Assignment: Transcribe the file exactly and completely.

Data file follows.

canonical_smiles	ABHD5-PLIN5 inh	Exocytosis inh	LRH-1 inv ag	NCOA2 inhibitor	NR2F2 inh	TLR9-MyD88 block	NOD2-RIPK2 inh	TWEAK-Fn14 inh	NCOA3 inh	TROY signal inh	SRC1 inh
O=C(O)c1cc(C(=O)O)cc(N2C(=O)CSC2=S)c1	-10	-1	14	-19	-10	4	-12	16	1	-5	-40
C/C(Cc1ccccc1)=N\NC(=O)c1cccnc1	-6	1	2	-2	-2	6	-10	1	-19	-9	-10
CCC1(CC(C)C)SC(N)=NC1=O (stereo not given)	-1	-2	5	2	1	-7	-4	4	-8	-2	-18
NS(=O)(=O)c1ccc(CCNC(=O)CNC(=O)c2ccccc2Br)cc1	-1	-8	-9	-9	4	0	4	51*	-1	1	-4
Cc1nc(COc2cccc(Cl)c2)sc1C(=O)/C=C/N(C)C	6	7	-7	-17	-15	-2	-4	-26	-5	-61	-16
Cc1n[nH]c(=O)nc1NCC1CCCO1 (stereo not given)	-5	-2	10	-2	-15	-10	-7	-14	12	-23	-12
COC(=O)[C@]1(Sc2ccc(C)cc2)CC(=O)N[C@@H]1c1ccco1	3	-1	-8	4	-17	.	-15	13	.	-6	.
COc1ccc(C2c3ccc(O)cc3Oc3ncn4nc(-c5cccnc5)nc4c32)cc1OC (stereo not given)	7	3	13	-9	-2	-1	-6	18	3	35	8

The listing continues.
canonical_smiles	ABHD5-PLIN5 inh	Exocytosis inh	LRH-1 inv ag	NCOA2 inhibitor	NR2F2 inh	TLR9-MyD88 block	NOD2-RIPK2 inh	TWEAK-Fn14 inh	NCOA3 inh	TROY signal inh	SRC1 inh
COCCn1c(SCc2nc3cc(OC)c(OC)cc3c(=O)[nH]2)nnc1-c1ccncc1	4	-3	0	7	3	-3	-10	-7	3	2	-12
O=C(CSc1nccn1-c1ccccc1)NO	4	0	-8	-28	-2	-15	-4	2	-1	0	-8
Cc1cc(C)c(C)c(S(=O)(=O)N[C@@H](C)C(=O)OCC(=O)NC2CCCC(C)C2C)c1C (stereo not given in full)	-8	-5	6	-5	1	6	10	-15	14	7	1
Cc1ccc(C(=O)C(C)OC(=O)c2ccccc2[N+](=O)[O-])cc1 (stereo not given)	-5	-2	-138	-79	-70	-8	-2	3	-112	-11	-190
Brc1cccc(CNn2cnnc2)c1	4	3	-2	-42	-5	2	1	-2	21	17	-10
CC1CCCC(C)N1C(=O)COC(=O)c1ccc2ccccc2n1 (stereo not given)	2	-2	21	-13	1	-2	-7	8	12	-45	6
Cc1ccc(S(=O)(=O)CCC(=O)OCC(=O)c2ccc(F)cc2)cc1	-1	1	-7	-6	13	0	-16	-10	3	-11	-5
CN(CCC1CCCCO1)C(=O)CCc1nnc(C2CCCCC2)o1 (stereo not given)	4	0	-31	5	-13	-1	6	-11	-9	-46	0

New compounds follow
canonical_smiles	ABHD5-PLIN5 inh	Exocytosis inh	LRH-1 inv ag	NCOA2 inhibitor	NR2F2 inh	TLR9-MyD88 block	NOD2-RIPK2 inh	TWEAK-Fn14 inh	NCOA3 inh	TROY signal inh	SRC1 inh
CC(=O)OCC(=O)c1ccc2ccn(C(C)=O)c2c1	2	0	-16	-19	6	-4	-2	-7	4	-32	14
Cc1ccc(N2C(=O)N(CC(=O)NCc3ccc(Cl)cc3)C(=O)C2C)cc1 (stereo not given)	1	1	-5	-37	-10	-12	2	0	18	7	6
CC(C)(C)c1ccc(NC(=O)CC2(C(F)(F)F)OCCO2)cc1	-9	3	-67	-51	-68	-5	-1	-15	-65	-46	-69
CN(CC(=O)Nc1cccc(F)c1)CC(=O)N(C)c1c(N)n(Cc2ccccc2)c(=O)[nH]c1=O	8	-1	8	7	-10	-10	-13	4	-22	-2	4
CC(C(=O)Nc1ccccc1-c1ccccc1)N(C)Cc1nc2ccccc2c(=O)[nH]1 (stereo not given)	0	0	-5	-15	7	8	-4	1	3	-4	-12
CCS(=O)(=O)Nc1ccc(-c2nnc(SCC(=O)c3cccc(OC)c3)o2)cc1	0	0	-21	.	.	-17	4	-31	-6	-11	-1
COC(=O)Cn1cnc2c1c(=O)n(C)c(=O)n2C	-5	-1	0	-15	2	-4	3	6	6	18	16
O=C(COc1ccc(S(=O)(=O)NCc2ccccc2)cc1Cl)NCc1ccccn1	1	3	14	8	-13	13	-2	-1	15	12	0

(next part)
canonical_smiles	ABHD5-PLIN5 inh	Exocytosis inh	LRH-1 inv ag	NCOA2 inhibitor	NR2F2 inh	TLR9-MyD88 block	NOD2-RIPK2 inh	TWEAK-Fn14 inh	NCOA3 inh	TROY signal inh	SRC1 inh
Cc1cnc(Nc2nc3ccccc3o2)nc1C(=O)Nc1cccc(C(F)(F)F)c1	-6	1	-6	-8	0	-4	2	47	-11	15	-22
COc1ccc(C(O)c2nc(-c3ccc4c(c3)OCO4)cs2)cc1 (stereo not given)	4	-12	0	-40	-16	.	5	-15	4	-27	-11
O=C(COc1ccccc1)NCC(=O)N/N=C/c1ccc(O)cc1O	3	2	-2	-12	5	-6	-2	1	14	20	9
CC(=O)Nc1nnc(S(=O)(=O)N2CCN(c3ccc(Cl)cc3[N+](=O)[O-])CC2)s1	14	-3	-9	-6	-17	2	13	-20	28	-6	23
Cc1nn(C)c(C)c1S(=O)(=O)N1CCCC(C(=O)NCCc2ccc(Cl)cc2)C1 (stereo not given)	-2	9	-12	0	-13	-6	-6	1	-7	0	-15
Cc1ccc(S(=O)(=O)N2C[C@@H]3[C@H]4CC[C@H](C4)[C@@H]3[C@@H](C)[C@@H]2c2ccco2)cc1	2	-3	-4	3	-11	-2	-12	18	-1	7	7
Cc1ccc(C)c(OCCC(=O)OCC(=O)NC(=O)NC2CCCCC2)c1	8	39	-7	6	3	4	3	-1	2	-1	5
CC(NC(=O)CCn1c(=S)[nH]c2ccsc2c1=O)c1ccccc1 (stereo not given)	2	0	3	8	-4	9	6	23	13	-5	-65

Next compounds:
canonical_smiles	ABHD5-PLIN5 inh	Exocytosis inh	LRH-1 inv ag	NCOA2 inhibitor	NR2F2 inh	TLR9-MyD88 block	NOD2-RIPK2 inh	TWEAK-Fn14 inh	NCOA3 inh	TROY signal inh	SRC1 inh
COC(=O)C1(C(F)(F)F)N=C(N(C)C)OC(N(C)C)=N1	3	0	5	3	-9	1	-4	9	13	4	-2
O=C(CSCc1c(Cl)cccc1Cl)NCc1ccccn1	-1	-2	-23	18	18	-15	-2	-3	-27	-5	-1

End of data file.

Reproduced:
canonical_smiles	ABHD5-PLIN5 inh	Exocytosis inh	LRH-1 inv ag	NCOA2 inhibitor	NR2F2 inh	TLR9-MyD88 block	NOD2-RIPK2 inh	TWEAK-Fn14 inh	NCOA3 inh	TROY signal inh	SRC1 inh
O=C(O)c1cc(C(=O)O)cc(N2C(=O)CSC2=S)c1	-10	-1	14	-19	-10	4	-12	16	1	-5	-40
C/C(Cc1ccccc1)=N\NC(=O)c1cccnc1	-6	1	2	-2	-2	6	-10	1	-19	-9	-10
CCC1(CC(C)C)SC(N)=NC1=O (stereo not given)	-1	-2	5	2	1	-7	-4	4	-8	-2	-18
NS(=O)(=O)c1ccc(CCNC(=O)CNC(=O)c2ccccc2Br)cc1	-1	-8	-9	-9	4	0	4	51*	-1	1	-4
Cc1nc(COc2cccc(Cl)c2)sc1C(=O)/C=C/N(C)C	6	7	-7	-17	-15	-2	-4	-26	-5	-61	-16
Cc1n[nH]c(=O)nc1NCC1CCCO1 (stereo not given)	-5	-2	10	-2	-15	-10	-7	-14	12	-23	-12
COC(=O)[C@]1(Sc2ccc(C)cc2)CC(=O)N[C@@H]1c1ccco1	3	-1	-8	4	-17	.	-15	13	.	-6	.
COc1ccc(C2c3ccc(O)cc3Oc3ncn4nc(-c5cccnc5)nc4c32)cc1OC (stereo not given)	7	3	13	-9	-2	-1	-6	18	3	35	8

The listing continues.
canonical_smiles	ABHD5-PLIN5 inh	Exocytosis inh	LRH-1 inv ag	NCOA2 inhibitor	NR2F2 inh	TLR9-MyD88 block	NOD2-RIPK2 inh	TWEAK-Fn14 inh	NCOA3 inh	TROY signal inh	SRC1 inh
COCCn1c(SCc2nc3cc(OC)c(OC)cc3c(=O)[nH]2)nnc1-c1ccncc1	4	-3	0	7	3	-3	-10	-7	3	2	-12
O=C(CSc1nccn1-c1ccccc1)NO	4	0	-8	-28	-2	-15	-4	2	-1	0	-8
Cc1cc(C)c(C)c(S(=O)(=O)N[C@@H](C)C(=O)OCC(=O)NC2CCCC(C)C2C)c1C (stereo not given in full)	-8	-5	6	-5	1	6	10	-15	14	7	1
Cc1ccc(C(=O)C(C)OC(=O)c2ccccc2[N+](=O)[O-])cc1 (stereo not given)	-5	-2	-138	-79	-70	-8	-2	3	-112	-11	-190
Brc1cccc(CNn2cnnc2)c1	4	3	-2	-42	-5	2	1	-2	21	17	-10
CC1CCCC(C)N1C(=O)COC(=O)c1ccc2ccccc2n1 (stereo not given)	2	-2	21	-13	1	-2	-7	8	12	-45	6
Cc1ccc(S(=O)(=O)CCC(=O)OCC(=O)c2ccc(F)cc2)cc1	-1	1	-7	-6	13	0	-16	-10	3	-11	-5
CN(CCC1CCCCO1)C(=O)CCc1nnc(C2CCCCC2)o1 (stereo not given)	4	0	-31	5	-13	-1	6	-11	-9	-46	0

New compounds follow
canonical_smiles	ABHD5-PLIN5 inh	Exocytosis inh	LRH-1 inv ag	NCOA2 inhibitor	NR2F2 inh	TLR9-MyD88 block	NOD2-RIPK2 inh	TWEAK-Fn14 inh	NCOA3 inh	TROY signal inh	SRC1 inh
CC(=O)OCC(=O)c1ccc2ccn(C(C)=O)c2c1	2	0	-16	-19	6	-4	-2	-7	4	-32	14
Cc1ccc(N2C(=O)N(CC(=O)NCc3ccc(Cl)cc3)C(=O)C2C)cc1 (stereo not given)	1	1	-5	-37	-10	-12	2	0	18	7	6
CC(C)(C)c1ccc(NC(=O)CC2(C(F)(F)F)OCCO2)cc1	-9	3	-67	-51	-68	-5	-1	-15	-65	-46	-69
CN(CC(=O)Nc1cccc(F)c1)CC(=O)N(C)c1c(N)n(Cc2ccccc2)c(=O)[nH]c1=O	8	-1	8	7	-10	-10	-13	4	-22	-2	4
CC(C(=O)Nc1ccccc1-c1ccccc1)N(C)Cc1nc2ccccc2c(=O)[nH]1 (stereo not given)	0	0	-5	-15	7	8	-4	1	3	-4	-12
CCS(=O)(=O)Nc1ccc(-c2nnc(SCC(=O)c3cccc(OC)c3)o2)cc1	0	0	-21	.	.	-17	4	-31	-6	-11	-1
COC(=O)Cn1cnc2c1c(=O)n(C)c(=O)n2C	-5	-1	0	-15	2	-4	3	6	6	18	16
O=C(COc1ccc(S(=O)(=O)NCc2ccccc2)cc1Cl)NCc1ccccn1	1	3	14	8	-13	13	-2	-1	15	12	0

(next part)
canonical_smiles	ABHD5-PLIN5 inh	Exocytosis inh	LRH-1 inv ag	NCOA2 inhibitor	NR2F2 inh	TLR9-MyD88 block	NOD2-RIPK2 inh	TWEAK-Fn14 inh	NCOA3 inh	TROY signal inh	SRC1 inh
Cc1cnc(Nc2nc3ccccc3o2)nc1C(=O)Nc1cccc(C(F)(F)F)c1	-6	1	-6	-8	0	-4	2	47	-11	15	-22
COc1ccc(C(O)c2nc(-c3ccc4c(c3)OCO4)cs2)cc1 (stereo not given)	4	-12	0	-40	-16	.	5	-15	4	-27	-11
O=C(COc1ccccc1)NCC(=O)N/N=C/c1ccc(O)cc1O	3	2	-2	-12	5	-6	-2	1	14	20	9
CC(=O)Nc1nnc(S(=O)(=O)N2CCN(c3ccc(Cl)cc3[N+](=O)[O-])CC2)s1	14	-3	-9	-6	-17	2	13	-20	28	-6	23
Cc1nn(C)c(C)c1S(=O)(=O)N1CCCC(C(=O)NCCc2ccc(Cl)cc2)C1 (stereo not given)	-2	9	-12	0	-13	-6	-6	1	-7	0	-15
Cc1ccc(S(=O)(=O)N2C[C@@H]3[C@H]4CC[C@H](C4)[C@@H]3[C@@H](C)[C@@H]2c2ccco2)cc1	2	-3	-4	3	-11	-2	-12	18	-1	7	7
Cc1ccc(C)c(OCCC(=O)OCC(=O)NC(=O)NC2CCCCC2)c1	8	39	-7	6	3	4	3	-1	2	-1	5
CC(NC(=O)CCn1c(=S)[nH]c2ccsc2c1=O)c1ccccc1 (stereo not given)	2	0	3	8	-4	9	6	23	13	-5	-65

Next compounds:
canonical_smiles	ABHD5-PLIN5 inh	Exocytosis inh	LRH-1 inv ag	NCOA2 inhibitor	NR2F2 inh	TLR9-MyD88 block	NOD2-RIPK2 inh	TWEAK-Fn14 inh	NCOA3 inh	TROY signal inh	SRC1 inh
COC(=O)C1(C(F)(F)F)N=C(N(C)C)OC(N(C)C)=N1	3	0	5	3	-9	1	-4	9	13	4	-2
O=C(CSCc1c(Cl)cccc1Cl)NCc1ccccn1	-1	-2	-23	18	18	-15	-2	-3	-27	-5	-1